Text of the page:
“I really love the idea of somebody who can see into the future, but until they can really understand their past and appreciate where they are, they can’t use that power,” Clarkson explains. “Without wanting to overload it with profundity, I thought that’s an amazing thing to explore: If we understand our past and see where we are in the present, we can then make better choices for the future.”

Set in 2003, the film follows Cassie as she grapples with her newfound powers and faces off against a mysterious enemy named Ezekiel Sims (Tahar Rahim). Ezekiel is hunting three young women: Julia Cornwall (Sydney Sweeney), Mattie Franklin (Celeste O’Connor), and Anya Corazon (Isabela Merced). Those are names that should sound familiar to hardcore Spidey fans: In the comics, Julia, Mattie, and Anya all develop spider-related powers, and in Madame Web, Ezekiel seems determined to stop that from happening. It’s up to Cassie to team up with the young trio, helping to protect them from Ezekiel’s watchful eye. (Adam Scott also appears in an unspecified role, and although Clarkson remains tight-lipped about his character, she does tease that the Parks & Recreation alum is responsible for ad-libbing some of the film’s funniest lines.)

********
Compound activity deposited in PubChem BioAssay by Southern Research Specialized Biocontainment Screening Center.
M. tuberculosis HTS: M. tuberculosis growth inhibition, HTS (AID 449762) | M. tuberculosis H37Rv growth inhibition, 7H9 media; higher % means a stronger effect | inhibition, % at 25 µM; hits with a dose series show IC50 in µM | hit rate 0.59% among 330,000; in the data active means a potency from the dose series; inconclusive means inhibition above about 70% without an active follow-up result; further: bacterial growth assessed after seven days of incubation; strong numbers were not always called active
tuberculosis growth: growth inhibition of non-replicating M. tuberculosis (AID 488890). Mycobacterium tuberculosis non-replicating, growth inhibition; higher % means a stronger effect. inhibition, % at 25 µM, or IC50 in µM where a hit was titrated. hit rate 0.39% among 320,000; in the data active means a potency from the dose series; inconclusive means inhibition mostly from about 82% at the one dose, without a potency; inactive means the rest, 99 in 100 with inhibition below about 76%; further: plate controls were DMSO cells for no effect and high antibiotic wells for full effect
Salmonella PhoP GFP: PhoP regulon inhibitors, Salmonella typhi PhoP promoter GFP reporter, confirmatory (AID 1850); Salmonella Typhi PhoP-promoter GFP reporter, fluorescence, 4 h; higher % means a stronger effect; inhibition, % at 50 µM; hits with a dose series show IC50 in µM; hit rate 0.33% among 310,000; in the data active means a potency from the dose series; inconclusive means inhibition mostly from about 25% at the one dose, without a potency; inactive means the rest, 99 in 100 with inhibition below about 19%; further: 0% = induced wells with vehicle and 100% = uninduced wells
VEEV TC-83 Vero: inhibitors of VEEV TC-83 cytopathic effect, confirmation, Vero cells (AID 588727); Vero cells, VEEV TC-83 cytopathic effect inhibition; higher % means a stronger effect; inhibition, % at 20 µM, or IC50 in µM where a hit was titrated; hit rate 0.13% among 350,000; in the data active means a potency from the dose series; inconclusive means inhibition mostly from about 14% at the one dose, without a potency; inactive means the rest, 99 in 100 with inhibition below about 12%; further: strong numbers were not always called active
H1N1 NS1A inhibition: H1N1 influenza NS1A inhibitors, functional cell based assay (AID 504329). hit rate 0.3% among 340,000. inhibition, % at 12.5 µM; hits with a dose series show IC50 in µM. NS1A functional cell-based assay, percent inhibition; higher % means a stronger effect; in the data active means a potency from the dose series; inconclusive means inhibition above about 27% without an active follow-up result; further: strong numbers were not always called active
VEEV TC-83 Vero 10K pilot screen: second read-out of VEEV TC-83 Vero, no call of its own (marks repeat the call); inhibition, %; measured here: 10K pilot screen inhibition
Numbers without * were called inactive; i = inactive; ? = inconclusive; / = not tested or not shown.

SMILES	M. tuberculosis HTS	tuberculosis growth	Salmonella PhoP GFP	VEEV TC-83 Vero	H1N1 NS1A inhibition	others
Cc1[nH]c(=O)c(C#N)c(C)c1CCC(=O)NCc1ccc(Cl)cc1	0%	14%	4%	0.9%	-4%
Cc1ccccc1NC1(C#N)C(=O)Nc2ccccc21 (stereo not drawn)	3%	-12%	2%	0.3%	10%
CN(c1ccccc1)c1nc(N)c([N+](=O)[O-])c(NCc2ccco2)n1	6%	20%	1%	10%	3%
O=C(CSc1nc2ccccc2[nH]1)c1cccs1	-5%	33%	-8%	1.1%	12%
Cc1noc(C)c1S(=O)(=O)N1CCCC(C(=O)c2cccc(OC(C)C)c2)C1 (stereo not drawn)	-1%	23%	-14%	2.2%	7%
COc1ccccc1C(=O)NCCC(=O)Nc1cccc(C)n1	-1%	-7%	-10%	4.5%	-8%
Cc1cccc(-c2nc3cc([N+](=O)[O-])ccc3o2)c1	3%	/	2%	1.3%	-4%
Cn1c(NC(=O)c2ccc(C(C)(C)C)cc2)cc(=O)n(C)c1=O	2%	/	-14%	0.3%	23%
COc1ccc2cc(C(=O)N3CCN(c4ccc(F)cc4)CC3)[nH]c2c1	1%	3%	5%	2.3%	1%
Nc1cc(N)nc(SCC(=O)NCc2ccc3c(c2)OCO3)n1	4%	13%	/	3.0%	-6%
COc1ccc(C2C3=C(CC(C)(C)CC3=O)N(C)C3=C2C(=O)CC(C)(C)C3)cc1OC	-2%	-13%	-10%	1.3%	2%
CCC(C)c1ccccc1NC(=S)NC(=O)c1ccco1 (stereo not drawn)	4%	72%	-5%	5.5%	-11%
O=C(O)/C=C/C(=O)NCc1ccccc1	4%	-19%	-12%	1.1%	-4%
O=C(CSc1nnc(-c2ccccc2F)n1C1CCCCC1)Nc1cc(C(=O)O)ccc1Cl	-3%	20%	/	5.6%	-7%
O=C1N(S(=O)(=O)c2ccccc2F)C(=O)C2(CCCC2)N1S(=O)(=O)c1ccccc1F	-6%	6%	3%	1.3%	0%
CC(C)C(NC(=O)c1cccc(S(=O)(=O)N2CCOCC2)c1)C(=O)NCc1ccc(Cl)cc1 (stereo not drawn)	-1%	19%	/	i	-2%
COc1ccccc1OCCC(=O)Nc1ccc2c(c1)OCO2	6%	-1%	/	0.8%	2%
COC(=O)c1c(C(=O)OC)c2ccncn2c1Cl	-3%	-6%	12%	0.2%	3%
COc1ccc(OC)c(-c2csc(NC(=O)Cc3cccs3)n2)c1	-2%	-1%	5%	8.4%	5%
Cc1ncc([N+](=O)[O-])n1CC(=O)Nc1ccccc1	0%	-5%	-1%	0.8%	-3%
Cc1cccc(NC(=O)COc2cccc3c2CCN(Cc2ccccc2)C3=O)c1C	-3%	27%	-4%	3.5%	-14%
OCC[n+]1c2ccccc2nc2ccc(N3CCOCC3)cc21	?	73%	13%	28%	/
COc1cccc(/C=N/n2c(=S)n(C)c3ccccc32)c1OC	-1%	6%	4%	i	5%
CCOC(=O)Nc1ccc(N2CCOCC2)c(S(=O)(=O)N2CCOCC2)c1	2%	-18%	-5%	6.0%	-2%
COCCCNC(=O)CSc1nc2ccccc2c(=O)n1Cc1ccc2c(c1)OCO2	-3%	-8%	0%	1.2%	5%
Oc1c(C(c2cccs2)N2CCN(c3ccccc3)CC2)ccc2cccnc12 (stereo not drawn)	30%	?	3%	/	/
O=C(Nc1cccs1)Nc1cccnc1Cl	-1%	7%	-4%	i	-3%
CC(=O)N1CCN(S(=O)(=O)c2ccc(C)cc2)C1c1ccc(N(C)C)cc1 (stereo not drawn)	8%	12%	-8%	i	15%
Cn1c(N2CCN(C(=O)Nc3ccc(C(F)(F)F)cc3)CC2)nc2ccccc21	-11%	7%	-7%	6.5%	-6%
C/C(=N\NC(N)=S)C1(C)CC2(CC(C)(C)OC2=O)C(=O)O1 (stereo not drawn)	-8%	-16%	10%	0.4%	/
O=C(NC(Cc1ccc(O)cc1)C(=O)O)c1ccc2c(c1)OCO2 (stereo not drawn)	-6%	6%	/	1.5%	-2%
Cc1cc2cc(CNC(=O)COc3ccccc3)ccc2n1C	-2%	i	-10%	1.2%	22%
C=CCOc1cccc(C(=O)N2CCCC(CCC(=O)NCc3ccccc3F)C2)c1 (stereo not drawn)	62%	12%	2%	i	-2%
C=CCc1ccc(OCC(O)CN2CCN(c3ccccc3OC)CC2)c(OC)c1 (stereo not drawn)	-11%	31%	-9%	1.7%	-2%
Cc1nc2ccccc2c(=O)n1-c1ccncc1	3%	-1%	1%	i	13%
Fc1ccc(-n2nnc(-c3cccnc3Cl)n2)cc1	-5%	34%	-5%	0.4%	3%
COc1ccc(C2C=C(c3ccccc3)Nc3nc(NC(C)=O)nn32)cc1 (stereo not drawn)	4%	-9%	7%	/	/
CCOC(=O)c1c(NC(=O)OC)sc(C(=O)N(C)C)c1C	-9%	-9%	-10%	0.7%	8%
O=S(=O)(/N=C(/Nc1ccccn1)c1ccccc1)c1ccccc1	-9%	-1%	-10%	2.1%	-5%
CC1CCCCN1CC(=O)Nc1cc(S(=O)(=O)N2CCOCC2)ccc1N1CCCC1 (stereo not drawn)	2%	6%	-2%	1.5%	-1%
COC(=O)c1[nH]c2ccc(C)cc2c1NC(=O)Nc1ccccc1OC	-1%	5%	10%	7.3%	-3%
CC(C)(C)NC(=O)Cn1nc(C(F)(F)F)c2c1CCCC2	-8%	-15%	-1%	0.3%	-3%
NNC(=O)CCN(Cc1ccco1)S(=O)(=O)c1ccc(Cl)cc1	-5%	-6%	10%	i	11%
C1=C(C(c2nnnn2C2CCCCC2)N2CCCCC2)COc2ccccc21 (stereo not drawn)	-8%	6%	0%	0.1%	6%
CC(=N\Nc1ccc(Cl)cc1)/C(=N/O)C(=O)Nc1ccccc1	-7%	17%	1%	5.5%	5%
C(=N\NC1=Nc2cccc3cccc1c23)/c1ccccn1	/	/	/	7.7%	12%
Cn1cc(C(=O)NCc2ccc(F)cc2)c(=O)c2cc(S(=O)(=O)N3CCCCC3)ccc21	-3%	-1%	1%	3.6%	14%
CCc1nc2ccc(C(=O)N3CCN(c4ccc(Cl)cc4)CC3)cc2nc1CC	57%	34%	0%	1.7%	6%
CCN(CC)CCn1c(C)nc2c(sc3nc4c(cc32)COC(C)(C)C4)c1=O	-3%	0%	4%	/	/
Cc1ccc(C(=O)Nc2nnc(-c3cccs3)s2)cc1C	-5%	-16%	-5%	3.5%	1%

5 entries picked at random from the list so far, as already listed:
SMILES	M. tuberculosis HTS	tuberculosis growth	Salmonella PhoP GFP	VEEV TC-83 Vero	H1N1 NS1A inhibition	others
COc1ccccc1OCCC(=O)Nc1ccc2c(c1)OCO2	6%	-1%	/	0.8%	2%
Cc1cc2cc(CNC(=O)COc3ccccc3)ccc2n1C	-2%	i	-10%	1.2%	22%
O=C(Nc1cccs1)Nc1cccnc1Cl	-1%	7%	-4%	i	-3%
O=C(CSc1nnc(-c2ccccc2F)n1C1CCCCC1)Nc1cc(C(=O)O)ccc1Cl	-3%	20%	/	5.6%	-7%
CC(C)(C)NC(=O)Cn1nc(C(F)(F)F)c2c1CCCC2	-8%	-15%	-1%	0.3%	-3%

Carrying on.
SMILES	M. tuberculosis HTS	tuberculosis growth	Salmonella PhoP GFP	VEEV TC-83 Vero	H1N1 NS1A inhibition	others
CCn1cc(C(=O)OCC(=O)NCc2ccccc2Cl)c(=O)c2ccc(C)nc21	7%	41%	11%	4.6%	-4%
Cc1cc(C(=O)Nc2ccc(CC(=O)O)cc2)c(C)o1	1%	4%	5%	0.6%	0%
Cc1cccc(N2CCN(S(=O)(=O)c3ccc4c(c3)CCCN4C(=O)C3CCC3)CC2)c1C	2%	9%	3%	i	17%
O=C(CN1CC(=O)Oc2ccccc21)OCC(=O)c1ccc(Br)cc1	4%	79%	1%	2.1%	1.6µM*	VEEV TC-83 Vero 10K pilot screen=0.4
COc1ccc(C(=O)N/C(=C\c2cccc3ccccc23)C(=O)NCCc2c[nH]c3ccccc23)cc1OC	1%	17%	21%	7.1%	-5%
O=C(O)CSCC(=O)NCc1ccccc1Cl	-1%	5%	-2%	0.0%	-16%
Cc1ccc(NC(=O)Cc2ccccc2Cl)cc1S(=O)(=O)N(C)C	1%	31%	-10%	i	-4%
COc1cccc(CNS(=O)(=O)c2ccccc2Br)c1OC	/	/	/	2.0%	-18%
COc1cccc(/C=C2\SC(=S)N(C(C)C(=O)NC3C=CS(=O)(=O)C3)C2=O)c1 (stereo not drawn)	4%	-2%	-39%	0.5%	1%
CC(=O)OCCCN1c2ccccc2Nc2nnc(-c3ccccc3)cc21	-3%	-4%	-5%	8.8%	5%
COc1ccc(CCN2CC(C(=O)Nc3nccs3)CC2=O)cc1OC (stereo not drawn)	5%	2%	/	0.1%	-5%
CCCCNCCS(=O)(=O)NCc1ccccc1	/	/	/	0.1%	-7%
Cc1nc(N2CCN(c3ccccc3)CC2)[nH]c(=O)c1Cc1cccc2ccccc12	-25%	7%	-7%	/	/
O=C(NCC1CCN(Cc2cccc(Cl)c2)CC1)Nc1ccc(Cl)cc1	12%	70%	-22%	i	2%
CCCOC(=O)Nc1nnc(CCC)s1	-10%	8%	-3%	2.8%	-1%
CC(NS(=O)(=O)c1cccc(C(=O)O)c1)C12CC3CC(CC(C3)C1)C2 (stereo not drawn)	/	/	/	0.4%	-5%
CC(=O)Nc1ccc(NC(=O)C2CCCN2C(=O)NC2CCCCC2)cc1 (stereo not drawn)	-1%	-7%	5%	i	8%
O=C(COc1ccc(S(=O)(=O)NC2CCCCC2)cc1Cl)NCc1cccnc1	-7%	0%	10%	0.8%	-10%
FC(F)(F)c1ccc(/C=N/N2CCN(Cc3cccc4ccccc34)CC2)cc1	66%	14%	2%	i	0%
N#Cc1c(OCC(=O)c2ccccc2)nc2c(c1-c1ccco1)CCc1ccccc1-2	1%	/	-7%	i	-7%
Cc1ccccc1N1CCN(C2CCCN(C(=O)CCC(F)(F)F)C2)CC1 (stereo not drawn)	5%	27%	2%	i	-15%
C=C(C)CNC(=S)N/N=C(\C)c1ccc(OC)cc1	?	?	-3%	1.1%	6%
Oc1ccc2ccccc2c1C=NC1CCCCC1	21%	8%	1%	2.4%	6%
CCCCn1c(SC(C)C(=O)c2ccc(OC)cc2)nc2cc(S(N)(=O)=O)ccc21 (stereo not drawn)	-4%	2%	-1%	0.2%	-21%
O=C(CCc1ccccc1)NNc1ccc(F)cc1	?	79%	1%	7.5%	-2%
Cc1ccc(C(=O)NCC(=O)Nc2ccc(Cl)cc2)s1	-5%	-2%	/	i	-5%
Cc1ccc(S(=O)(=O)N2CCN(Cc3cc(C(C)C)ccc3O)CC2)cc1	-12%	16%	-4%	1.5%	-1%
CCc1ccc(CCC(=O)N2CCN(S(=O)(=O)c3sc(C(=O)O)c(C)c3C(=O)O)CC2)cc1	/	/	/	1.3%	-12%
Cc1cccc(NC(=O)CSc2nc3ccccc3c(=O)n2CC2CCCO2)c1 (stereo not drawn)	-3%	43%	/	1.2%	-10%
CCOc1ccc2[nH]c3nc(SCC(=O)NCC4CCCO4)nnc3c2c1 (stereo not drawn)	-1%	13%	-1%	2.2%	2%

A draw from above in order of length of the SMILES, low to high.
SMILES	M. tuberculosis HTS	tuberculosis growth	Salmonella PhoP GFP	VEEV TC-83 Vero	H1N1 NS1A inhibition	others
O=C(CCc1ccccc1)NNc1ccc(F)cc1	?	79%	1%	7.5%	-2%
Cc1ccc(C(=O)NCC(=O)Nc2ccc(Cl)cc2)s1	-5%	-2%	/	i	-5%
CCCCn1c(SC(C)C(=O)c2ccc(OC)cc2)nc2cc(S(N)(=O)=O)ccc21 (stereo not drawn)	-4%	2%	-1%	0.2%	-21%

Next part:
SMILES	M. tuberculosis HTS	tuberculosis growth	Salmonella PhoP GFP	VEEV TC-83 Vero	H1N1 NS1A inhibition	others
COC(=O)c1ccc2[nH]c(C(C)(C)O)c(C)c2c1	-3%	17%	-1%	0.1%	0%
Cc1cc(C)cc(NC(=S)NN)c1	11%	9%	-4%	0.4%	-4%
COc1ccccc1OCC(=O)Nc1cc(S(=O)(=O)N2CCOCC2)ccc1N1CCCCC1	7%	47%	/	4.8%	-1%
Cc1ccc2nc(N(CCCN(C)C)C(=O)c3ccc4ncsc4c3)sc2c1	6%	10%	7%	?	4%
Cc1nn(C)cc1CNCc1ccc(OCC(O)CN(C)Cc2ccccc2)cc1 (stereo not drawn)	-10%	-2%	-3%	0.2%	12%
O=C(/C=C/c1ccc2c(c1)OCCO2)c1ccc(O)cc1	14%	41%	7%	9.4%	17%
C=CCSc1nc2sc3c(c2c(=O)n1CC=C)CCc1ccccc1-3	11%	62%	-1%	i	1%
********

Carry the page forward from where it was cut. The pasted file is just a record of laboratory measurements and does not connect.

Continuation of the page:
Clarkson herself is no stranger to superhero fare, having directed episodes of Netflix’s Marvel series Jessica Jones and The Defenders. The British director admits that she never considered herself a particular superhero fan until working on Jessica Jones, and she says she wanted to bring a similar grounded, female-led vibe to Madame Web.

“I loved the psychological, cerebral nature,” Clarkson says. “Not to sound too wanky about it, but it’s about what’s going on in [Cassie’s] head and her grappling with that. Is she going insane? Is this real? She’s battling with that within herself and trying to understand it.”

“It was really important to me that she’s really human and grounded in reality, and that her life feels like, ‘Oh, I can relate to that,’” Johnson adds. “Sometimes it’s hard to relate to someone shooting lasers out of their eyes.” The actress pauses, then smiles. “I mean, not for me,” she deadpans. “I obviously do that all the time.”